It is not commonly known that parents do not have the authority to consent to all medical procedures for their children. There are certain medical procedures that require the consent of the Family Court under its welfare jurisdiction.

Children who experience gender dysphoria (gender identity disorder) and wish to access the two-stage medical treatment necessary to begin a gender transformation fall into this category. When deciding whether to exercise its discretion and consent to treatment, the Family Court is required to make the best interests of the child its paramount consideration.

A young person experiencing gender dysphoria identifies strongly with the opposite sex and often experiences discomfort with their biological sex and, consequently, the gender they physically exhibit.

Cases heard by the Family Court show that when a young person's body begins to develop into a gender they have rejected, they can often experience distress and can be subject to bullying, which in some cases will lead to depression and self-harm. The number of children seeking medical treatment for gender reassignment is on the rise, and the Family Court's intervention is viewed by many as an unnecessary and costly obstacle. Court proceedings can be lengthy, and for young people with gender dysphoria, access to medical treatment can often be needed as a matter of urgency.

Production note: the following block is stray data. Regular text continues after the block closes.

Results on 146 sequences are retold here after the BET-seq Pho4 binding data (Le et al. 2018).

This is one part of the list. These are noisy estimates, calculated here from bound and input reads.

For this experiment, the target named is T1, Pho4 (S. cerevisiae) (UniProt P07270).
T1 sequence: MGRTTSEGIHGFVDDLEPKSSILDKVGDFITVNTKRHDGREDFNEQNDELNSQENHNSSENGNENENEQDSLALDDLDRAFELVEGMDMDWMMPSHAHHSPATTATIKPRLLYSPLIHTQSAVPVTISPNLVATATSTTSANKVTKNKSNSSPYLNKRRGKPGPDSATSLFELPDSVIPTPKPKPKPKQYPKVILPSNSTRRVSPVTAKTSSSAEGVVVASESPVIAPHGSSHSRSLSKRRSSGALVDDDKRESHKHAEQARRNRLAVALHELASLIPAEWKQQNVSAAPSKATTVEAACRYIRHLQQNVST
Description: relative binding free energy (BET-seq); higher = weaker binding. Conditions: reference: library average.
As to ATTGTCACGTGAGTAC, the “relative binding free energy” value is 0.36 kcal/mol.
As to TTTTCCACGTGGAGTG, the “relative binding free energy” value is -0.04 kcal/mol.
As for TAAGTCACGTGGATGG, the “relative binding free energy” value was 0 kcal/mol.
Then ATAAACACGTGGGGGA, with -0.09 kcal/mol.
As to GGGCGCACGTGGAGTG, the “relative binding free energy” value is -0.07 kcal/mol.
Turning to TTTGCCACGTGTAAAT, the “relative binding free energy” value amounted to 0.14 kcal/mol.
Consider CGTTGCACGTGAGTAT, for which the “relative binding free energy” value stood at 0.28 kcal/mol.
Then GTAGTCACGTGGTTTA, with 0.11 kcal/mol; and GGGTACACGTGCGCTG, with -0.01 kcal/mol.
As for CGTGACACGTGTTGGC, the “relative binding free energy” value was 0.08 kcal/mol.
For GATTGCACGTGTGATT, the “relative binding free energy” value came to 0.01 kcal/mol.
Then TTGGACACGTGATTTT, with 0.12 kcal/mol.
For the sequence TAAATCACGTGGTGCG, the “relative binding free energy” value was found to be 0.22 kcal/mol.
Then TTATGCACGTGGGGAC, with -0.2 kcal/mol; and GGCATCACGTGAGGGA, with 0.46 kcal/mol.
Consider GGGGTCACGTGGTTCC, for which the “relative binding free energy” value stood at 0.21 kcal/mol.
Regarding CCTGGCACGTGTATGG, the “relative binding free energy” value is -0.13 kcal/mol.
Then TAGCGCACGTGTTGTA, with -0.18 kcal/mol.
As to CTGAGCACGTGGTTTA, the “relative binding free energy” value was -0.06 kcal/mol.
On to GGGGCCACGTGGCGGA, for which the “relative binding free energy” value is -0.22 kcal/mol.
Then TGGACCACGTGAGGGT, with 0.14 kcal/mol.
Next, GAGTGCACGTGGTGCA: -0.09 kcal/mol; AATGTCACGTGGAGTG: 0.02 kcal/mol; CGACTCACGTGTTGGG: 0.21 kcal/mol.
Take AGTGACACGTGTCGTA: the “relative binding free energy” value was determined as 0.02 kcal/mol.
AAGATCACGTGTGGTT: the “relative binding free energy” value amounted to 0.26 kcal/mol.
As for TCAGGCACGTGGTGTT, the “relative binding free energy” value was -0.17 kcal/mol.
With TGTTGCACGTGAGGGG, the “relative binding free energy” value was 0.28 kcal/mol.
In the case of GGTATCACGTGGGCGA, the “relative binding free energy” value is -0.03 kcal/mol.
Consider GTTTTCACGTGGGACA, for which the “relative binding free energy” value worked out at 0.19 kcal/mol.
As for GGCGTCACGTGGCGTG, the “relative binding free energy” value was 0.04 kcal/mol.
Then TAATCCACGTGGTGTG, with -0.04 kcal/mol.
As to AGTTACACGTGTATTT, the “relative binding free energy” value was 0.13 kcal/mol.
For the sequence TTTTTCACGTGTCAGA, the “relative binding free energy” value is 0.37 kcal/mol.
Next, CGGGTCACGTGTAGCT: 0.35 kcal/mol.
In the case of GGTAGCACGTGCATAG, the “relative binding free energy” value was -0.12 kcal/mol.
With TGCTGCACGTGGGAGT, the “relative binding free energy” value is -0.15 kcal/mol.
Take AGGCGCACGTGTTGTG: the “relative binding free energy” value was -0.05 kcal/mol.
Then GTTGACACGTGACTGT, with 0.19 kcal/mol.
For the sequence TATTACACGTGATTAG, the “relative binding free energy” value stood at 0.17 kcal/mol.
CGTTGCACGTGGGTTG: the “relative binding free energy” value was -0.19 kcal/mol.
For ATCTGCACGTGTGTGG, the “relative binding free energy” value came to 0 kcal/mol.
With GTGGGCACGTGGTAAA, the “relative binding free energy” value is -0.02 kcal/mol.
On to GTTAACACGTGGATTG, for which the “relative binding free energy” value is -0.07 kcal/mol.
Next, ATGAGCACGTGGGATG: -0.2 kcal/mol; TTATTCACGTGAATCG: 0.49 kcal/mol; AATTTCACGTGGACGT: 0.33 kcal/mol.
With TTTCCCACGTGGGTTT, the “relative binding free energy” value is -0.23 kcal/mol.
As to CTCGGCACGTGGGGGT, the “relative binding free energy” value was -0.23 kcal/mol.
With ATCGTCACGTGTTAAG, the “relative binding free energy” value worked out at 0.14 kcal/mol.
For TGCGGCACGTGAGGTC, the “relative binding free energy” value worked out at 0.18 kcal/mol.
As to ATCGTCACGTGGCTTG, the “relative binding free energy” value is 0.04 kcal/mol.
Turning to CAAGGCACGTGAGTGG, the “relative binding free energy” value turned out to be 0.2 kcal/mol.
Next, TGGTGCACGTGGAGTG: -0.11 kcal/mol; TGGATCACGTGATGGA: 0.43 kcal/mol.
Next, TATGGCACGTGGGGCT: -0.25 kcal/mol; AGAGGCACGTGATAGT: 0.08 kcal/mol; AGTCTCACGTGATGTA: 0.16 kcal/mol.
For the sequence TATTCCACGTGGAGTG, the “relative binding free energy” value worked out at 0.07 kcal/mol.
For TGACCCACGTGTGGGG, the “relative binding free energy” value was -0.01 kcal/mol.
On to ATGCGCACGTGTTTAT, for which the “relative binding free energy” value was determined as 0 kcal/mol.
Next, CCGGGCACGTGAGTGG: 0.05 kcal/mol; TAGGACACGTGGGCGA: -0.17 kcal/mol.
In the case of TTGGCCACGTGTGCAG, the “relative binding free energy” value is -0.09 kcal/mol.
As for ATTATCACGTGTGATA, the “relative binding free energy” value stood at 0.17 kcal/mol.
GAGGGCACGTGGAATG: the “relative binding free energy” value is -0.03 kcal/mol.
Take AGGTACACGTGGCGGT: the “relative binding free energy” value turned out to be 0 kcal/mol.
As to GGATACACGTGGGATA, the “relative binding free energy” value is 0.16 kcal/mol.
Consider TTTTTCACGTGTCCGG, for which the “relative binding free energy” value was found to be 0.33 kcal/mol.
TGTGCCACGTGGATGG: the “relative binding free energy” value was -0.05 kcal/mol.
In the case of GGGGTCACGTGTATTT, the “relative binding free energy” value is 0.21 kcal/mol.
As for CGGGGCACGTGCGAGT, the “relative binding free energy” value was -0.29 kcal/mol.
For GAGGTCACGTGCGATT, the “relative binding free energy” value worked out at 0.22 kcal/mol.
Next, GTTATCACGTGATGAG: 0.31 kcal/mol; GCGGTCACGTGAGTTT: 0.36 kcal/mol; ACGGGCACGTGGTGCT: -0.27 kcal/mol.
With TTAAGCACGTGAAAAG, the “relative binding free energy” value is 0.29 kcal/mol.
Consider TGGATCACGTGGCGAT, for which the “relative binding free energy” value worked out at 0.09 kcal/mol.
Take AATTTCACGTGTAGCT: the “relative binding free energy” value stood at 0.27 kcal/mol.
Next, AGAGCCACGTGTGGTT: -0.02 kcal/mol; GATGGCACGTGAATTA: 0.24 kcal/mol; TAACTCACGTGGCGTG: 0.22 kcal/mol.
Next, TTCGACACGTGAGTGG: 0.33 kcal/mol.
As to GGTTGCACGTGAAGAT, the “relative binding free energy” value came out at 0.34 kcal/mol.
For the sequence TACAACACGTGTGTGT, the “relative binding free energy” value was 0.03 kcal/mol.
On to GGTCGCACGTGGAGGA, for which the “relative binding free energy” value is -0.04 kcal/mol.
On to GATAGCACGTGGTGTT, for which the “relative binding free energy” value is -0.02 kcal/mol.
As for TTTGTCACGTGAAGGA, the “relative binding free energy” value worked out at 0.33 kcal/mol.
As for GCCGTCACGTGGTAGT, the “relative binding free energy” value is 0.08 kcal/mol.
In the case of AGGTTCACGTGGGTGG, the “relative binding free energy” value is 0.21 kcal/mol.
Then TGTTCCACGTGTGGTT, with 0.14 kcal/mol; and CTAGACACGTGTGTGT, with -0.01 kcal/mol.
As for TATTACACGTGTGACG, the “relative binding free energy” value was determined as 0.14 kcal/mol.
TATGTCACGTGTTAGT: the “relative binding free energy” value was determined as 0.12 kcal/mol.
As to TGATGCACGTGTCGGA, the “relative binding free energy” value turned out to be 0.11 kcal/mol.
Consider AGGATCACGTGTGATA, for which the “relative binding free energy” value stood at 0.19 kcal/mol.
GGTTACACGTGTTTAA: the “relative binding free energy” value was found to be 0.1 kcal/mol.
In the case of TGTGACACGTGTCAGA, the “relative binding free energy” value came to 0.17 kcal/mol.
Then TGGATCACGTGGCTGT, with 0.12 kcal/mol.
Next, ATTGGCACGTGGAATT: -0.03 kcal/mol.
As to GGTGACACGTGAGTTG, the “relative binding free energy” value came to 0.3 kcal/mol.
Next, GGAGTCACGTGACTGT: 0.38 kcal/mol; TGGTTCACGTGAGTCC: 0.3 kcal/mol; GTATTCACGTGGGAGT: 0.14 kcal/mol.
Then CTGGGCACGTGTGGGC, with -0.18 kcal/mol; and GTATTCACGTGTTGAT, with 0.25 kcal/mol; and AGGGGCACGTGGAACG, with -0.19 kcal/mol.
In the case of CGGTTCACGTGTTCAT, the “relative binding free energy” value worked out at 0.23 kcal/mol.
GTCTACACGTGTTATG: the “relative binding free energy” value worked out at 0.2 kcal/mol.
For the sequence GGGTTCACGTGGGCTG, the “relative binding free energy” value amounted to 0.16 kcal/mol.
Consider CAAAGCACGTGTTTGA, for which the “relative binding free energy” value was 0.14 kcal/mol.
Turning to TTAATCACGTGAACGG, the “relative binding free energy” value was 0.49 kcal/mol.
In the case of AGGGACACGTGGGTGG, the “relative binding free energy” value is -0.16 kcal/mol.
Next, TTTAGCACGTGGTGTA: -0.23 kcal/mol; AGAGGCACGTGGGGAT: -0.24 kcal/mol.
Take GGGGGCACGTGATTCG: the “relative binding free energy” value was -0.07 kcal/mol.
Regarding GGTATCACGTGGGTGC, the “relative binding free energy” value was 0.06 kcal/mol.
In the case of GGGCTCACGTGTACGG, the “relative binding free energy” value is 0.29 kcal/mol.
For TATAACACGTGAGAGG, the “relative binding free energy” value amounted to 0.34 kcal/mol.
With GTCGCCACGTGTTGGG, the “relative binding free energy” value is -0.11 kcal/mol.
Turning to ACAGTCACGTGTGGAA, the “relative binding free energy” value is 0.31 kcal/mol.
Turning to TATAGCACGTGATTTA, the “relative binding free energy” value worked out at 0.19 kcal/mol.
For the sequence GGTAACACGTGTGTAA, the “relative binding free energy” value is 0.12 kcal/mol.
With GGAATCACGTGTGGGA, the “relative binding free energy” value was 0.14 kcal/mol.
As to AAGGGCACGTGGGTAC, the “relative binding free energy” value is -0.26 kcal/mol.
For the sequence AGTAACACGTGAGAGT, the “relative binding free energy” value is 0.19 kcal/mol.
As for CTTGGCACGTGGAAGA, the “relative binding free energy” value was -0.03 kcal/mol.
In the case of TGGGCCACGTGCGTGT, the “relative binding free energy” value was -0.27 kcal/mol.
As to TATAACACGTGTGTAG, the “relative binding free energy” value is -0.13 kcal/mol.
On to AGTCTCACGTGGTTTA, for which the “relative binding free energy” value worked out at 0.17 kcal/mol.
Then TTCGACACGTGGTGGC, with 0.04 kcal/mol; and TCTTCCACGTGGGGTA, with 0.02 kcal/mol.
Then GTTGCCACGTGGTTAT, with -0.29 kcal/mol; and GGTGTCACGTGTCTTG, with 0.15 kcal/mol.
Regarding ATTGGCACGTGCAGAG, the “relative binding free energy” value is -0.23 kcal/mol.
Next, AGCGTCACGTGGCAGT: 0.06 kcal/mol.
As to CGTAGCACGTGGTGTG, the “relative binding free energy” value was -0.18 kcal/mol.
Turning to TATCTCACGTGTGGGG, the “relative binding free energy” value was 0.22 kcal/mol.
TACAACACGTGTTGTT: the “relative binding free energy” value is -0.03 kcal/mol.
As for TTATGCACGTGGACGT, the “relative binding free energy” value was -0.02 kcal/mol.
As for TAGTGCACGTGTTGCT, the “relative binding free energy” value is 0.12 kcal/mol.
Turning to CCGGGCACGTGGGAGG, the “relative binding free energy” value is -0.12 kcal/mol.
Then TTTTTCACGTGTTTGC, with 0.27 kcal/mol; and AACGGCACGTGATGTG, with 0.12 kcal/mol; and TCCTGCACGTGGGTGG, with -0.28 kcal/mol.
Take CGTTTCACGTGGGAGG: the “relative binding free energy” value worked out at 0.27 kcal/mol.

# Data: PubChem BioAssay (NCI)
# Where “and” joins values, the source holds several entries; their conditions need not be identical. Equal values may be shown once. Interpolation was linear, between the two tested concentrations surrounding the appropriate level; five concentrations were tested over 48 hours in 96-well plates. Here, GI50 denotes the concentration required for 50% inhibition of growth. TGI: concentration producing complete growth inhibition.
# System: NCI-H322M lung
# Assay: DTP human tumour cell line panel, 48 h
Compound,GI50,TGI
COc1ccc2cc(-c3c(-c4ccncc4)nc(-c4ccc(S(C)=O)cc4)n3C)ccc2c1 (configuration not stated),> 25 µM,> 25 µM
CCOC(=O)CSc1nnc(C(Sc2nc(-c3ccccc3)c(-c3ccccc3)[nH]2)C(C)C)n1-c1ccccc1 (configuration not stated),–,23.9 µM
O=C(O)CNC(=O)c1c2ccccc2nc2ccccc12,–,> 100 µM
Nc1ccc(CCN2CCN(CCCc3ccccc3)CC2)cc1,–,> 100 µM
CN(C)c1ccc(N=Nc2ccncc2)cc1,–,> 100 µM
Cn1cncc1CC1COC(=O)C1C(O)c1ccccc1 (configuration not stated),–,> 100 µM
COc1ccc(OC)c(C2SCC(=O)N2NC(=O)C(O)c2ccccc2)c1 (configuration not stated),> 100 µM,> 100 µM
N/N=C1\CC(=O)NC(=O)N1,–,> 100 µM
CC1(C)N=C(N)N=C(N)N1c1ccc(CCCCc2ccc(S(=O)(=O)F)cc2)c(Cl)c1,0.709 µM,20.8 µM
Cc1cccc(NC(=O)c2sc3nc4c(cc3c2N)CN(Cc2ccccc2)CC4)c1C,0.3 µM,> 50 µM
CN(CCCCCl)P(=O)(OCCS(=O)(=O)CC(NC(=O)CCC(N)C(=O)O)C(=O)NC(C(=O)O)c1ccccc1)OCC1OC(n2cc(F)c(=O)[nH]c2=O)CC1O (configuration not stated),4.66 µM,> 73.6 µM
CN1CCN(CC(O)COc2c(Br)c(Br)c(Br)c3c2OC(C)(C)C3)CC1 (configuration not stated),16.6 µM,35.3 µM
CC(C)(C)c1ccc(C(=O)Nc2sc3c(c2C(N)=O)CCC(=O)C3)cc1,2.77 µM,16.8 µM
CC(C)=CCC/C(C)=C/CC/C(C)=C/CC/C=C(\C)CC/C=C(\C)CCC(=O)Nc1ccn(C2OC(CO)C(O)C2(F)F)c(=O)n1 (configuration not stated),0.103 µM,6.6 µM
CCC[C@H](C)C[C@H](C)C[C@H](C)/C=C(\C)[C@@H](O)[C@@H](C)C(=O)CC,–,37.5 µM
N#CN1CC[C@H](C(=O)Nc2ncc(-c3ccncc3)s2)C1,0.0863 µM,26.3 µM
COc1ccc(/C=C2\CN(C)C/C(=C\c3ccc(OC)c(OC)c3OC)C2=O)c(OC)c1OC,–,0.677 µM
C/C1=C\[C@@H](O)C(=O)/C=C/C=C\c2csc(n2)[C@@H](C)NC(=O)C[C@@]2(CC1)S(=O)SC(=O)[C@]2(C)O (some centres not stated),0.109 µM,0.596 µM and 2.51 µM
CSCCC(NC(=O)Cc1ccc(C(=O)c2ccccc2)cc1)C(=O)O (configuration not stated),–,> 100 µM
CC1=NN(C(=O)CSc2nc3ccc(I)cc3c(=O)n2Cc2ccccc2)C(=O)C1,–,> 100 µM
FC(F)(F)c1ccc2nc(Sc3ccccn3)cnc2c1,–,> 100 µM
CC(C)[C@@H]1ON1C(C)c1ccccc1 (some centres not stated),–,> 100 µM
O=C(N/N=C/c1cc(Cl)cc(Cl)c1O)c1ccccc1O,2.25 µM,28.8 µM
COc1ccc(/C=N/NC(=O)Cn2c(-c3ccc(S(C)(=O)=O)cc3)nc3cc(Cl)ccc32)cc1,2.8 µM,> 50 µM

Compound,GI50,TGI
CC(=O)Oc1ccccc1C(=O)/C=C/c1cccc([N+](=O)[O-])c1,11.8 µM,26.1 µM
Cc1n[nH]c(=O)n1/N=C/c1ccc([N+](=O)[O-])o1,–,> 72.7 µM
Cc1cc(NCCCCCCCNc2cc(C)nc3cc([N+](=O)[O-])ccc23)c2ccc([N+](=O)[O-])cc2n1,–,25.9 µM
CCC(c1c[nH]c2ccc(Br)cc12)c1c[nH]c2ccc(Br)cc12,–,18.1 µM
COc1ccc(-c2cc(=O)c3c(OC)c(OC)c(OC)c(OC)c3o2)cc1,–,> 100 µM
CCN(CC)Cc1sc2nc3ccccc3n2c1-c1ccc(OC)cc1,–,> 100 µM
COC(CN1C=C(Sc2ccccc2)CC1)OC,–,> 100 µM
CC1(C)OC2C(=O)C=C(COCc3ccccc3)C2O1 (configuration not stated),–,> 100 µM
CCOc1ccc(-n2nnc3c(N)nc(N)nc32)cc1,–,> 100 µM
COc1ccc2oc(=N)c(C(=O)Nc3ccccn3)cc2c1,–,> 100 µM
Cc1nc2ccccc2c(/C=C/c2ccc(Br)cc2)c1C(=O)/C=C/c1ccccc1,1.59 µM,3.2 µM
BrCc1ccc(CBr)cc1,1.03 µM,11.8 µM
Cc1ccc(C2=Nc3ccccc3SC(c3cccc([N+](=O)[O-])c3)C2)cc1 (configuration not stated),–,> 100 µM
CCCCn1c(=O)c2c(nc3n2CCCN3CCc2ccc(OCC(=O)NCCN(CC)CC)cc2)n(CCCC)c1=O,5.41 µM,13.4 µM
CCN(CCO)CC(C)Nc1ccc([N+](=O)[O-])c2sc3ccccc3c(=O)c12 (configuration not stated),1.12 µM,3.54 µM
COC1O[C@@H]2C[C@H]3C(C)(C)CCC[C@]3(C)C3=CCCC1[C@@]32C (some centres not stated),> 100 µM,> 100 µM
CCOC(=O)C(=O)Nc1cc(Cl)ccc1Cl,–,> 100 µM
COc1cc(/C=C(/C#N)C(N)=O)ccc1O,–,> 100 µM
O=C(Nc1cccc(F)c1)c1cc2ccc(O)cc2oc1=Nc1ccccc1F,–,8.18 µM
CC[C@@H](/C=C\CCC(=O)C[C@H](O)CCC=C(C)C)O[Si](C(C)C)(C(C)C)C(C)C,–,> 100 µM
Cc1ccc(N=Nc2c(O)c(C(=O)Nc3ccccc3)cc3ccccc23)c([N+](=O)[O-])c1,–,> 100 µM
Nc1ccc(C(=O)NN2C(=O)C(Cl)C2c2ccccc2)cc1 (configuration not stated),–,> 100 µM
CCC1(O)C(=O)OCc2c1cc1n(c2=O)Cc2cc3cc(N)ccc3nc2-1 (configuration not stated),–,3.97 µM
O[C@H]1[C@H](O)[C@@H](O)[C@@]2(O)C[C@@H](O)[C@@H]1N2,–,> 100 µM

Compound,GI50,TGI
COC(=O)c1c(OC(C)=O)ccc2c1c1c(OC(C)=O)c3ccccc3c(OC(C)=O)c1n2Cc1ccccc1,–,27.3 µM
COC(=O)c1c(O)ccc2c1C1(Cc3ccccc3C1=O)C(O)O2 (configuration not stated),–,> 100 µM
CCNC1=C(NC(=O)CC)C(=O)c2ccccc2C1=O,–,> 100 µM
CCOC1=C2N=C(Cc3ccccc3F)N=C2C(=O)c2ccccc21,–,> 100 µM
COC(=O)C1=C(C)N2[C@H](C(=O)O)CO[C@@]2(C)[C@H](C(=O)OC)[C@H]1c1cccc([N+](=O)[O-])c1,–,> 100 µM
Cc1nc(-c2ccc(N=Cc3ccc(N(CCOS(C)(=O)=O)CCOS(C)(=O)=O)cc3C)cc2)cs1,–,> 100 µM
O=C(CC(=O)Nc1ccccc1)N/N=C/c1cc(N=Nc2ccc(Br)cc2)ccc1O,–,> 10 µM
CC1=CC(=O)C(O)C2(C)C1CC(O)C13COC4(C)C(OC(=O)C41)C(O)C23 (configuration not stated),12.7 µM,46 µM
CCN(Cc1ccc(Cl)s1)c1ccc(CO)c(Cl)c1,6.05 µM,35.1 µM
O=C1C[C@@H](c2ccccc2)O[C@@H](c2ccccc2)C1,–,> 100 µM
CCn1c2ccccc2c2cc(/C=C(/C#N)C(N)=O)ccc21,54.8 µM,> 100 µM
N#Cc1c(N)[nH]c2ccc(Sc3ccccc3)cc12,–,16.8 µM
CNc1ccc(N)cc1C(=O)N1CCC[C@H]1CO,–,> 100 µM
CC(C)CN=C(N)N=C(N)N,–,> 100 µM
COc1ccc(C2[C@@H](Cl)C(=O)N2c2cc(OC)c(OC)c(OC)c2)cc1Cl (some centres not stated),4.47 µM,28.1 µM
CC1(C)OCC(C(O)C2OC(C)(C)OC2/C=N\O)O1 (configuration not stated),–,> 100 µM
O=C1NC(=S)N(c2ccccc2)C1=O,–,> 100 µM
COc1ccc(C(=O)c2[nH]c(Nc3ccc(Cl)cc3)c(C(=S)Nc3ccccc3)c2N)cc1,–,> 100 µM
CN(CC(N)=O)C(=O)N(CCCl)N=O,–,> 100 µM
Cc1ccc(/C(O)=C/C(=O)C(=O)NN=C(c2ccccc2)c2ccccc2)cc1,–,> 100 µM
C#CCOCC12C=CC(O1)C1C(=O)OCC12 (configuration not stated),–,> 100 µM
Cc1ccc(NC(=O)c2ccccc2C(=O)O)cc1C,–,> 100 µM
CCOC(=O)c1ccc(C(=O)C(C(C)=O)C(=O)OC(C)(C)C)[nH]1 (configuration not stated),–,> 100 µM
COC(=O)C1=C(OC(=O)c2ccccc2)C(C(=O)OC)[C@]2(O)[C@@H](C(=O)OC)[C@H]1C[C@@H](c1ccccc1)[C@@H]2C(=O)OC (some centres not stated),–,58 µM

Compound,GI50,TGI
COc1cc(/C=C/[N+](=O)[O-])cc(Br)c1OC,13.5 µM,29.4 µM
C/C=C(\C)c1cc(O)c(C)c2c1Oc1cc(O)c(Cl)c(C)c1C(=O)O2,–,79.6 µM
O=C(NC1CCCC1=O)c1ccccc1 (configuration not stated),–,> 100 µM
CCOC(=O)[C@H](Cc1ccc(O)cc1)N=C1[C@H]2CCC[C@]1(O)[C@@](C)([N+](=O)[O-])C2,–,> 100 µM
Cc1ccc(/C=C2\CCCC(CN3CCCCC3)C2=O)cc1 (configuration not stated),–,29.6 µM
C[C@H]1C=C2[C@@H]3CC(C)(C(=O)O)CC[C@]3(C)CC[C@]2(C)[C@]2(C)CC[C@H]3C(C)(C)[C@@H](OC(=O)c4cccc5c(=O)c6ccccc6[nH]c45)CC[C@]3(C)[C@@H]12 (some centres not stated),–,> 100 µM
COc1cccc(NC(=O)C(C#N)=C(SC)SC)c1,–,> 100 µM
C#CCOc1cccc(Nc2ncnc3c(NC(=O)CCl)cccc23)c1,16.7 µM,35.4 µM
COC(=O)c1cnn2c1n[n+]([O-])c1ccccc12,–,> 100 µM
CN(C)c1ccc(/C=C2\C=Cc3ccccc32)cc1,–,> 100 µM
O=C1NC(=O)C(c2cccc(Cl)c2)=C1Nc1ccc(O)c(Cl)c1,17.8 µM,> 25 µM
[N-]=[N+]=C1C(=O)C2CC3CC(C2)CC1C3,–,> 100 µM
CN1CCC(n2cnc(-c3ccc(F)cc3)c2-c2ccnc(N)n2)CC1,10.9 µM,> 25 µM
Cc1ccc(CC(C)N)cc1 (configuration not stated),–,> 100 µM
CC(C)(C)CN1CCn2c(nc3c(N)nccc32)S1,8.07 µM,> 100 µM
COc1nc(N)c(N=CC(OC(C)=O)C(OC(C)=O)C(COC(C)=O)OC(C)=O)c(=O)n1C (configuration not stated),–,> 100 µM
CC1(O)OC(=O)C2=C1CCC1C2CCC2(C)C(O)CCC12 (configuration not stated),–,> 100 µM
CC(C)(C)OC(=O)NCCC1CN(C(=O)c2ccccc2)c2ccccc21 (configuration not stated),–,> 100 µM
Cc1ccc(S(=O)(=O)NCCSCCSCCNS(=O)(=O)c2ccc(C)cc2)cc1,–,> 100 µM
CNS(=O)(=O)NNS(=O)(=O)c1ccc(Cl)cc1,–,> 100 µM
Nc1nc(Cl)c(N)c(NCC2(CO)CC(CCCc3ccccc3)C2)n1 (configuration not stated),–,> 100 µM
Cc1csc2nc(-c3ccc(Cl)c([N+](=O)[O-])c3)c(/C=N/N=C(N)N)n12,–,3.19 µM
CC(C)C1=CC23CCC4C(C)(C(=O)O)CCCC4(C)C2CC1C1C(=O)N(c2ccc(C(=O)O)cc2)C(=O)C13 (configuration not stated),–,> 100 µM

Many families involved in the process have questioned whether judges are in a better position than the treating medical practitioners in relation to complex medical decisions. If the parents of a transgender child and their treating practitioner are in agreement, should the Court have jurisdiction to intervene?

Stage one of gender reassignment treatment is considered to be reversible, whereas stage two currently remains irreversible without surgical intervention. Decisions of the Family Court show us that it is concerned with the permanency of stage two treatment and validly so; the Court is unable to foresee what will be in a child's best interest in the future, and the nature of the treatment means that any wrong decision will have long lasting and irreversible consequences. By the same token, the consequences for withholding treatment can be just as significant.

Australia remains the only country in which court authorisation is necessary for gender reassignment treatment, though in some Australian states (such as South Australia), an individual of 16 years or over can legally consent to medical treatment. Members of the Family Court have acknowledged the arduous process that families face when making an application for treatment; in spite of this, the process continues to be costly and burdensome. Medical experts from the Royal Children's Hospital have warned of potentially disastrous consequences should treatment be delayed as a result of lengthy and costly court proceedings.

A recent Family Court decision has confirmed that the Court's consent is only necessary in instances where the provision of either stage of the two-stage treatment process is in dispute, or if the Court decides that the child is not competent and therefore does not have the appropriate capacity to consent to medical treatment. The Court's consent is not necessary for stage one treatment, provided that the treating practitioner and the child's parents are in agreement. However, it continues to remain a matter for the Court to determine if the child has the necessary capacity to provide valid and informed consent to the procedure.